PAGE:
|Because evil never dies. It just--waits.|
Some small amount of attention, more than normal anyway, has been focused on my little ol' home town of Macon, Georgia this past week. Macon's never going to give Hollywood or Nashville or New York an inferiority complex, but in its own humble way, it's made a few small contributions to the world of entertainment. If you take a ramble through the city's trivia facts, you'll find the Fifth Street Bridge's formal name, The Otis Redding Bridge, is entirely appropriate seein' as how (Sittin' on) The Dock of the Bay was inspired by said bridge and the hours Otis Redding spent fishing from it. Or so the story goes in Macon, anyway. He got a hand up from another Macon native by the name of Little Richard. Lena Horne lived in Macon during a few years of her childhood. Jason Aldean was born and raised in Macon, and shot the video of Gonna Know We Were Here in downtown Macon and at his alma mater, Windsor Academy, using Windsor Academy students as his extras. Bet those kids are never goin' to forget that, don't you?
It's been a popular movie location over the past ten to fifteen years, and its vintage Minor League Ballpark, Luther Williams Field, helped with that for at least three movies, same being The Bingo Long Traveling All-Stars and Motor Kings, Trouble with the Curve (okay, it wasn't big box office but it was Clint Eastwood, baby) and 42. It's very fitting Hollywood loves that ballpark, because it's figured in Major League Baseball history in its own right as the home of the Macon Peaches, farm team for the Cincinnati Reds. As such, it launched Pete Rose, Tony Perez, Lee May and Tommy Helms into the Majors. The Atlanta Braves organization took over and the park became home to the Macon Braves farm team, launching the careers of Chipper Jones, Andruw Jones, Rafael Furcal, Tony Graffannio, John Smoltz and Marcus Giles. But the Park hasn't been the only draw for Hollywood and we've hosted quite a few other movies, including John Huston's Wise Blood, The Rose and the Jackal (notable for featuring Christopher Reeves before his accident), The Need for Speed and The Fifth Wave.
But more than anything, Macon was the hub of Southern Rock during the 1970's and Phil Walden's Capricorn Records operated on Cotton Avenue, recording albums by several Southern Rock bands like Wet Willie and The Marshall Tucker Band. But the band who became legend in Macon, Georgia was, hands down, The Allman Brothers Band.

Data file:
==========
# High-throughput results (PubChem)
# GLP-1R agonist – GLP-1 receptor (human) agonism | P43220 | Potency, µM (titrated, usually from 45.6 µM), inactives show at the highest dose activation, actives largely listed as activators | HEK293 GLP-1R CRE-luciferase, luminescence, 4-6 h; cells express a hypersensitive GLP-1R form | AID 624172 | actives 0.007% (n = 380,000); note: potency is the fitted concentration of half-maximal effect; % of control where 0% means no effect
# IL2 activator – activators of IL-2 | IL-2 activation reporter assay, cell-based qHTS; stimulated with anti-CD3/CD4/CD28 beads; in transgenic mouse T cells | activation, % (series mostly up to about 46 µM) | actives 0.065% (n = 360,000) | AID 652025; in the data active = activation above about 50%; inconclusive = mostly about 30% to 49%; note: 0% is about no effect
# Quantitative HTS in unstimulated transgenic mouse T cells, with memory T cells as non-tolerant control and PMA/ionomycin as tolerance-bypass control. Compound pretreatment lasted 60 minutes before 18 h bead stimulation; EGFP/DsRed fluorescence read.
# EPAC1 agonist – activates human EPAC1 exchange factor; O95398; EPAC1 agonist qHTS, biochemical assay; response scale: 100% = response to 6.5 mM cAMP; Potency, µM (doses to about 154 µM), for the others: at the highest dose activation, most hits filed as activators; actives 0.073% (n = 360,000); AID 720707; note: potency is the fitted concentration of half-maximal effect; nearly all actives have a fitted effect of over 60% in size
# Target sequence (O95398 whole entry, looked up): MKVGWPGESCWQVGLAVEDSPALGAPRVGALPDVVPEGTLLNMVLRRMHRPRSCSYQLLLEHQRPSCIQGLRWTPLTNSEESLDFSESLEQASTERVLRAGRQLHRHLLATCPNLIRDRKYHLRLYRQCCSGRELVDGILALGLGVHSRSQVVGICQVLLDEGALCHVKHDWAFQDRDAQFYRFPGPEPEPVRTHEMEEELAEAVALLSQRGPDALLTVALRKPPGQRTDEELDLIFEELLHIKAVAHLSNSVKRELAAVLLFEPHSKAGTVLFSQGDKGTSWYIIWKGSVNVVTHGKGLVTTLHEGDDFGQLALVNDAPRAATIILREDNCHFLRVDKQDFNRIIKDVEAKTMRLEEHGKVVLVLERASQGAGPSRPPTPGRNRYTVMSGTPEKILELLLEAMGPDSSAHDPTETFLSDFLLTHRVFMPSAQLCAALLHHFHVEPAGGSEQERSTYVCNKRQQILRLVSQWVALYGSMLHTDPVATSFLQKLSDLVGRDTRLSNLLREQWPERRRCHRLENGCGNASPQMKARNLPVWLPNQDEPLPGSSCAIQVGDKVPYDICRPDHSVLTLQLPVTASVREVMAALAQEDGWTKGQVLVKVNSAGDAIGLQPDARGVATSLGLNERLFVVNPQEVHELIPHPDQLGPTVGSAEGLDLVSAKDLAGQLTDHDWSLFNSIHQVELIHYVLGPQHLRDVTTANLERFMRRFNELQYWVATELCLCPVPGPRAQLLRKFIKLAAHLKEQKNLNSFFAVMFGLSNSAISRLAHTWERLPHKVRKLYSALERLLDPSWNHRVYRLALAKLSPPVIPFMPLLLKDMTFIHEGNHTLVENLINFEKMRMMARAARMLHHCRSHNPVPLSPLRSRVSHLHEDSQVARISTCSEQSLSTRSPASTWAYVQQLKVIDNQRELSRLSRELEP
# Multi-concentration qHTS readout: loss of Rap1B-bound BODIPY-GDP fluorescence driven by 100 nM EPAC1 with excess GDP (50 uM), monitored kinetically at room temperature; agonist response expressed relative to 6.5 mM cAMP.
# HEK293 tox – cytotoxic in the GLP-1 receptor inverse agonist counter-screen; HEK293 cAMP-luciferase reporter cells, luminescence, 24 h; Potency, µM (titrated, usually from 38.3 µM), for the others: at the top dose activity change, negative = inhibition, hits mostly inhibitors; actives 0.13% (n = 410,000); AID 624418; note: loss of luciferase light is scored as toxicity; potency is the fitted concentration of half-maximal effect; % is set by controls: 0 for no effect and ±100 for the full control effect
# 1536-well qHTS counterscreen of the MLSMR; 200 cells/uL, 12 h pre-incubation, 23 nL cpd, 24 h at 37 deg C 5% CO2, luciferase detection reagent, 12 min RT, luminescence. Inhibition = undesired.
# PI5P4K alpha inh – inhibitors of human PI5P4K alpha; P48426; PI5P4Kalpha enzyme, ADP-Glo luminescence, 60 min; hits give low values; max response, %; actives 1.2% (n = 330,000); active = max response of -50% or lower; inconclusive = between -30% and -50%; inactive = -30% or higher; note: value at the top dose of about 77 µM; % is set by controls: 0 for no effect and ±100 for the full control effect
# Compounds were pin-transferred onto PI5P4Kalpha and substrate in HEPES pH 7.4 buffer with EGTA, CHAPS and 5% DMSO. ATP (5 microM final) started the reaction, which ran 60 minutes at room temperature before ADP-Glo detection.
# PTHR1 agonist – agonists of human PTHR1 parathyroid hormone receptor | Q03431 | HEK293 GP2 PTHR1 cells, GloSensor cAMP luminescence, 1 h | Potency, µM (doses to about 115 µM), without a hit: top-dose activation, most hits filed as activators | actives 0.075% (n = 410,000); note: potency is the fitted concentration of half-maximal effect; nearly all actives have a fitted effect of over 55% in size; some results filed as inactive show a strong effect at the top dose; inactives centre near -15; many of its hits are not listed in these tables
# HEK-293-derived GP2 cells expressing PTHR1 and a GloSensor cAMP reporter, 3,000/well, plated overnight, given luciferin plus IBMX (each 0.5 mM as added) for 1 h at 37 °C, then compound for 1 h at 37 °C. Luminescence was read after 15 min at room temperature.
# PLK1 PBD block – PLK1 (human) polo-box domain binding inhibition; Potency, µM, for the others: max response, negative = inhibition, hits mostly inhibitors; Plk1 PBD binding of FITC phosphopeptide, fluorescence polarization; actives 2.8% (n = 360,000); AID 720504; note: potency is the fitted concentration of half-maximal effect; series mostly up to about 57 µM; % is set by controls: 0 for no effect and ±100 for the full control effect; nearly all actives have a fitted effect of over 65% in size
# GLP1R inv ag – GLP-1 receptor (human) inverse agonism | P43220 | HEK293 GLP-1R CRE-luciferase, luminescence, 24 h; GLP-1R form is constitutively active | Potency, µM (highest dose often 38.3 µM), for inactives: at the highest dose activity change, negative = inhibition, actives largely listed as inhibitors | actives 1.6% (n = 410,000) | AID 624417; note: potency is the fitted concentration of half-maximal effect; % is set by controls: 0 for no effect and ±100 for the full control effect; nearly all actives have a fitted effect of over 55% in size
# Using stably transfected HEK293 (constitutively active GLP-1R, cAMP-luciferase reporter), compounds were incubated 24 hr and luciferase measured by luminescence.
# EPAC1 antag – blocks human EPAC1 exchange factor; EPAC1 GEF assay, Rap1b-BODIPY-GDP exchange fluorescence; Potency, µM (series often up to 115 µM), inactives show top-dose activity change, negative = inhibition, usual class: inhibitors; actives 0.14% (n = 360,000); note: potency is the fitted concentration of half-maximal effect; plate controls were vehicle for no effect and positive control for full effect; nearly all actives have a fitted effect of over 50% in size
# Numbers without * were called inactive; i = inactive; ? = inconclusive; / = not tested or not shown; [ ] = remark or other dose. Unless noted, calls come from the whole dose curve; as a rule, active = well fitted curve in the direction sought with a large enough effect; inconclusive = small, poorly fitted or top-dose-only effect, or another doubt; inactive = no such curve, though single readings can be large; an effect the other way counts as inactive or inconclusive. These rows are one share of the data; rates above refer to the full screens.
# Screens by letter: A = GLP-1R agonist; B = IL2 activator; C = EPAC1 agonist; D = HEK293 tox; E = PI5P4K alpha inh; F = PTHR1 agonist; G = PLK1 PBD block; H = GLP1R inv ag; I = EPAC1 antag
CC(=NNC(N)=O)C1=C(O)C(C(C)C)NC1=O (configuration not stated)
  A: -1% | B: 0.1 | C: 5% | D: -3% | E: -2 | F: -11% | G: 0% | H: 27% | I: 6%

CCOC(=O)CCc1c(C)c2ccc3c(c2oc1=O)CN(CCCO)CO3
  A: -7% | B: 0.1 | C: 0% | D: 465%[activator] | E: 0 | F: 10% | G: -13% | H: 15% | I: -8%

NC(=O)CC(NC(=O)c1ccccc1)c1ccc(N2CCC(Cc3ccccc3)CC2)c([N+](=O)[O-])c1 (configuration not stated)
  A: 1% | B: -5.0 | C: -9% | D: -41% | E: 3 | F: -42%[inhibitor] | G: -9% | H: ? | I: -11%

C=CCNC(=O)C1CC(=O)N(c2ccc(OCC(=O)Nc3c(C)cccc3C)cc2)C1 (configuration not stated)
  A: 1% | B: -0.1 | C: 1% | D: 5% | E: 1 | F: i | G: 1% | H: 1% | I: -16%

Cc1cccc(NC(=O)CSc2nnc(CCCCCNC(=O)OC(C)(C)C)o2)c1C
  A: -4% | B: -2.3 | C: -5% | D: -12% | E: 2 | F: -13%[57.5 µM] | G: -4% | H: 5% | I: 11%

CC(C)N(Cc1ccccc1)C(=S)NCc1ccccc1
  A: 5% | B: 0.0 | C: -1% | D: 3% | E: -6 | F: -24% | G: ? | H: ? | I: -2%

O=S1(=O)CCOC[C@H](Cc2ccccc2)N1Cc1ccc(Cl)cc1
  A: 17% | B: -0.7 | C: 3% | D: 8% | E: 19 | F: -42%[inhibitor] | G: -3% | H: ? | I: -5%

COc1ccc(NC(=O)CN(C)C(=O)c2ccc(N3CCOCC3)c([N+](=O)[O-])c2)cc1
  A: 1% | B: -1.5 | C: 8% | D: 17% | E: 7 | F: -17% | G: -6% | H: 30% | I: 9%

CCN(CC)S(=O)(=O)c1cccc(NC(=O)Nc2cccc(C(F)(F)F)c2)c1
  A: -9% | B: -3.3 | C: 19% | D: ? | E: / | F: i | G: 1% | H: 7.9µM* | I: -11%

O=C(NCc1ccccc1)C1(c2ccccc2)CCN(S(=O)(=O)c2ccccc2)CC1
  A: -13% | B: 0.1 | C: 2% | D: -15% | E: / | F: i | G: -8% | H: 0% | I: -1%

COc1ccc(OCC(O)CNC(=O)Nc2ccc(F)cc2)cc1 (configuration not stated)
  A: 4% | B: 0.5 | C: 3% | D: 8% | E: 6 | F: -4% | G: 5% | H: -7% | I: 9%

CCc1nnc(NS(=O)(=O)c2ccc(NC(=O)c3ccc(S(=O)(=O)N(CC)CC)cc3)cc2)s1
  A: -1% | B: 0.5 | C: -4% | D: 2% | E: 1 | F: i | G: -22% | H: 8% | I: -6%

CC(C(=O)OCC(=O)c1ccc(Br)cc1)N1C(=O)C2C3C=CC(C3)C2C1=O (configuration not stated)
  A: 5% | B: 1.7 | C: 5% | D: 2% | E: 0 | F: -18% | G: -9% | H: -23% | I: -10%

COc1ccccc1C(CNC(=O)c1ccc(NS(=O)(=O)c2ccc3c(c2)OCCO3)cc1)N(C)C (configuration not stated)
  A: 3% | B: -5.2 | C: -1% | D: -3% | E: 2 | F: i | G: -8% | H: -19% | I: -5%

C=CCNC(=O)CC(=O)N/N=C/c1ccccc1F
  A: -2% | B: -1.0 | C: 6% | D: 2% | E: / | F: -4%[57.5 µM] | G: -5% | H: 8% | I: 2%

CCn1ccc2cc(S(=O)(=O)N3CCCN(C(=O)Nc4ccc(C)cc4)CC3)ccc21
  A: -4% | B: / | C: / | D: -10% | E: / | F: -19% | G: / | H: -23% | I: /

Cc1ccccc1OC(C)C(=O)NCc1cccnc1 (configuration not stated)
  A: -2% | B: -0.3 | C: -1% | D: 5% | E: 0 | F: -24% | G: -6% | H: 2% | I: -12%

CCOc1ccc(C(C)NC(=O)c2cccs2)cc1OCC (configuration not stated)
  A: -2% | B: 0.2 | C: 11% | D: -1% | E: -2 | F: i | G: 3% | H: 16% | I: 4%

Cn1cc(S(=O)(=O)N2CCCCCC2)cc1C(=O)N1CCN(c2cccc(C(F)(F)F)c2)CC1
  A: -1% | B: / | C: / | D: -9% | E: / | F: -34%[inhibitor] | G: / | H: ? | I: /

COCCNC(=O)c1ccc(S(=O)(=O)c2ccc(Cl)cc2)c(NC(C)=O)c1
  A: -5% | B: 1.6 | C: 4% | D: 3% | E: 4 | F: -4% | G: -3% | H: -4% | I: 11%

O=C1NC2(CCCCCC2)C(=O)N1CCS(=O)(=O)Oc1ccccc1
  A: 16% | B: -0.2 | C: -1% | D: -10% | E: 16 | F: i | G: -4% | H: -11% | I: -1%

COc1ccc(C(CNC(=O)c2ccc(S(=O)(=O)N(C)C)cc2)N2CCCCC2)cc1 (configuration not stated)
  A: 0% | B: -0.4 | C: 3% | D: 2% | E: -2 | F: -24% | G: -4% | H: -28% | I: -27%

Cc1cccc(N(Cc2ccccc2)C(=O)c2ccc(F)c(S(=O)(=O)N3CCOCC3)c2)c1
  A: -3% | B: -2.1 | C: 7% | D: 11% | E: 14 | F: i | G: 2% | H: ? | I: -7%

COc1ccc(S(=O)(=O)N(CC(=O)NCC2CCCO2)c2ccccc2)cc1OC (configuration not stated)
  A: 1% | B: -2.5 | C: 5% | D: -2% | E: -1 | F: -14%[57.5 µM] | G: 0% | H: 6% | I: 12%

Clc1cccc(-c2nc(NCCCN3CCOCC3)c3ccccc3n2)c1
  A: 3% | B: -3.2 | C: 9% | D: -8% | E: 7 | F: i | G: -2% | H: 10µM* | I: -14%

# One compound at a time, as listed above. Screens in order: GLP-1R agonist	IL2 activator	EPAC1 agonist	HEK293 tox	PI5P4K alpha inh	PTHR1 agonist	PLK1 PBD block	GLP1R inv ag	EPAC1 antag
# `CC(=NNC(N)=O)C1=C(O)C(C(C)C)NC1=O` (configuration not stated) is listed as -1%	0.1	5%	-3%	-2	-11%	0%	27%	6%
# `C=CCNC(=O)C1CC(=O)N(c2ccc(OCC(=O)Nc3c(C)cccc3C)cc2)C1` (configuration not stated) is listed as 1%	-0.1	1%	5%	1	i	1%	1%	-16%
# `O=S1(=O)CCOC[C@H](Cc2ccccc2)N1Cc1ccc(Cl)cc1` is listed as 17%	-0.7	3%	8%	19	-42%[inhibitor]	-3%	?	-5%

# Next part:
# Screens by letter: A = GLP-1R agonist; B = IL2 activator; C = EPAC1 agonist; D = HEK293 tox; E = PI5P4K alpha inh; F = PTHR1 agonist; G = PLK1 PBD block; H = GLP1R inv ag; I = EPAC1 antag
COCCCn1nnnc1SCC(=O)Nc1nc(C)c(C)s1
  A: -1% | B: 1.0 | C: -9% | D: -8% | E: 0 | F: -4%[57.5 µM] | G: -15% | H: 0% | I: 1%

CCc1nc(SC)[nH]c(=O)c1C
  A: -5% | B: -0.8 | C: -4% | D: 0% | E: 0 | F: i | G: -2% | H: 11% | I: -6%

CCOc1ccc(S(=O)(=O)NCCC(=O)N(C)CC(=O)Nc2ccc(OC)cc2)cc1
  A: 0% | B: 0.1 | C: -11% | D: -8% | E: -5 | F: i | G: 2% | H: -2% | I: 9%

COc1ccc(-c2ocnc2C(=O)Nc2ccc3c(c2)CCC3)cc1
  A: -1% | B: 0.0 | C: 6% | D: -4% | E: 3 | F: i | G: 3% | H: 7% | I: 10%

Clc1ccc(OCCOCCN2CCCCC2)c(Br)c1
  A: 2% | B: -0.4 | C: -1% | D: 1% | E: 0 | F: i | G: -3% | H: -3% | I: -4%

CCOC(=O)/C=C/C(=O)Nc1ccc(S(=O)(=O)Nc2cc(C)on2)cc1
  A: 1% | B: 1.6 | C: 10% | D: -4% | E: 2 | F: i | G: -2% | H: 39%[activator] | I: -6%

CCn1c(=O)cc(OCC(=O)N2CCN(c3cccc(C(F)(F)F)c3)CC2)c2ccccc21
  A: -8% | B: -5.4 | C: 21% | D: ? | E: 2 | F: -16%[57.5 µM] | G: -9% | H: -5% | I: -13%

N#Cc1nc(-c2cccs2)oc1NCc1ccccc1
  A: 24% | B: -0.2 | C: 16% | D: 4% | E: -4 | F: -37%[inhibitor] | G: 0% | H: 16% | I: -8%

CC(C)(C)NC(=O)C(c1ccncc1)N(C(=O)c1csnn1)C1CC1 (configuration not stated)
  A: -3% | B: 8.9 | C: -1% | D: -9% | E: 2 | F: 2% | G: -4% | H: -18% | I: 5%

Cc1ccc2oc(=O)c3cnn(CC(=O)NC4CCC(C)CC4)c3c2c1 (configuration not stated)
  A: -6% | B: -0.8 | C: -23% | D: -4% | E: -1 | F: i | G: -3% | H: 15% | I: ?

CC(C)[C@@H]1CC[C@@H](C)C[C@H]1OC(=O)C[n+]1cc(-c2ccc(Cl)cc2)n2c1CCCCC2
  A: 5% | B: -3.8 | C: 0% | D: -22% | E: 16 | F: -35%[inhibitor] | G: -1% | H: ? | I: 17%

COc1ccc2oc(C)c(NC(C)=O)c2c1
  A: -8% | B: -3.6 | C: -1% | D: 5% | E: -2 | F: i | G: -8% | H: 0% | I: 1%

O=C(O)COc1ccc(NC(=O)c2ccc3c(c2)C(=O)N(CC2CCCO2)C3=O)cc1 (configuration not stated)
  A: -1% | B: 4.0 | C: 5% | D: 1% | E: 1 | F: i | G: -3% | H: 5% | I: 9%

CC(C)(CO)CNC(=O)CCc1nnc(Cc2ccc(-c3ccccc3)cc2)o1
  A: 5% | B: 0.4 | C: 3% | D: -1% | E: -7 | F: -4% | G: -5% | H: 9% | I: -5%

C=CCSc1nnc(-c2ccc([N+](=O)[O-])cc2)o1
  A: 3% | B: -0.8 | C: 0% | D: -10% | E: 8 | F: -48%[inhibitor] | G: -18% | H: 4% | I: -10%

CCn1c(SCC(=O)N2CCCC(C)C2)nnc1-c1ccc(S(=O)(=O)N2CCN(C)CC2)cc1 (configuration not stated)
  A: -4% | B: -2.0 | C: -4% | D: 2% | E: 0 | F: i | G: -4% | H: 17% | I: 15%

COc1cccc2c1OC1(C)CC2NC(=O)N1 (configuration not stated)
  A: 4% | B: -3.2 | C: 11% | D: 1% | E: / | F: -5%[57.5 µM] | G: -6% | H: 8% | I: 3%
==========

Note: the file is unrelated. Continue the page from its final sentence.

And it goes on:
Duane Allman died in a motorcycle crash on Hillcrest Avenue in 1971, and was buried in Rose Hill Cemetery, a Macon historical landmark of some note. Less than thirteen months later, and within three blocks of the spot where Duane Allman died, the band's bassist Berry Oakley died in another motorcycle crash. He was buried beside Duane Allman in Rose Hill Cemetery. Now, I never personally attended, mind you, and so claim no personal knowledge, but stories are there were quite a few parties held at those graves in Rose Hill by some of band's fans. The band kept going until 1979, but trust me, the legends never died. Especially in Macon.
And this past week, with the death of Gregg Allman at age 69 of liver cancer, the press descended on Macon, Georgia and Rose Hill Cemetery, where Gregg Allman was buried beside his brother. The funeral and burial were private but a pretty big crowd gathered on the hill overlooking the Allman graves to watch. And of course there were complaints among the hard-core Allman Brothers fans that Gregg's ex-wife Cher, in attendance at the funeral, took too much attention away from Gregg. (Duh! After all, Cher is Cher, people!) Be that as it may, the lyrics of the band's songs will always be part of the back beat of the memories that play in my mind whenever I think of my late teens and early twenties. "Got one morrre silver dollarrrr...but I'm not gonna let them catch me, no, not gonna let 'em catch...the midnight... riderrrrrr...." , "Lord, I was born a ramblin' mannnn...tryin' to make a livin' and doin'... the best I can...." Happy rambles, guys. Happy rambles. And many midnight rides. To paraphrase the song, Rose Hill's got a hell of a band.
I also have a special place in my heart for Rose Hill Cemetery. It opened in 1840 and was designed by Simri Rose for the express purpose of being a place to visit and gather for the people of Macon. And seein' as how it's a cemetery, it also fed the imaginations of quite a few kids throughout the years. I don't know if one particular urban legend concerning Rose Hill is even an urban legend. It well might have been just a campfire story spun by my own admittedly peculiar group of friends. I mean, we used to read palms and cast horoscopes. Be that as it may, one story we used to scare each other with involved a body buried in Rose Hill with a stake through the heart. So it follows as the night the day that when I got this crazy idea for a short satire involving a vampire about to be evicted from his mausoleum, I immediately set same in Rose Hill Cemetery. Somewhere along the way, that short satire turned into a Southern Gothic family saga spanning a century in time. It ceased to be funny and damn sure ceased to be short, but the location of my vampire's mausoleum never changed. Well, the name did, my fictional cemetery became Rose Arbor Cemetery 'cause I didn't want to ruffle any historical society feathers. But the inspiration? Oh, no, that remained the same. And in fact, the historical Rose Hill Cemetery holds semi-annual guided rambles through the grounds. They call them, appropriately enough, "Rose Hill Rambles".
So if the mood should strike you and you'd like to ramble through Rose Hill, er, excuse me, Rose Arbor Cemetery under the moonlight some dark night, it's right there waiting for you, right inside the pages of The Color of Seven. Where evil never dies. It just--waits.
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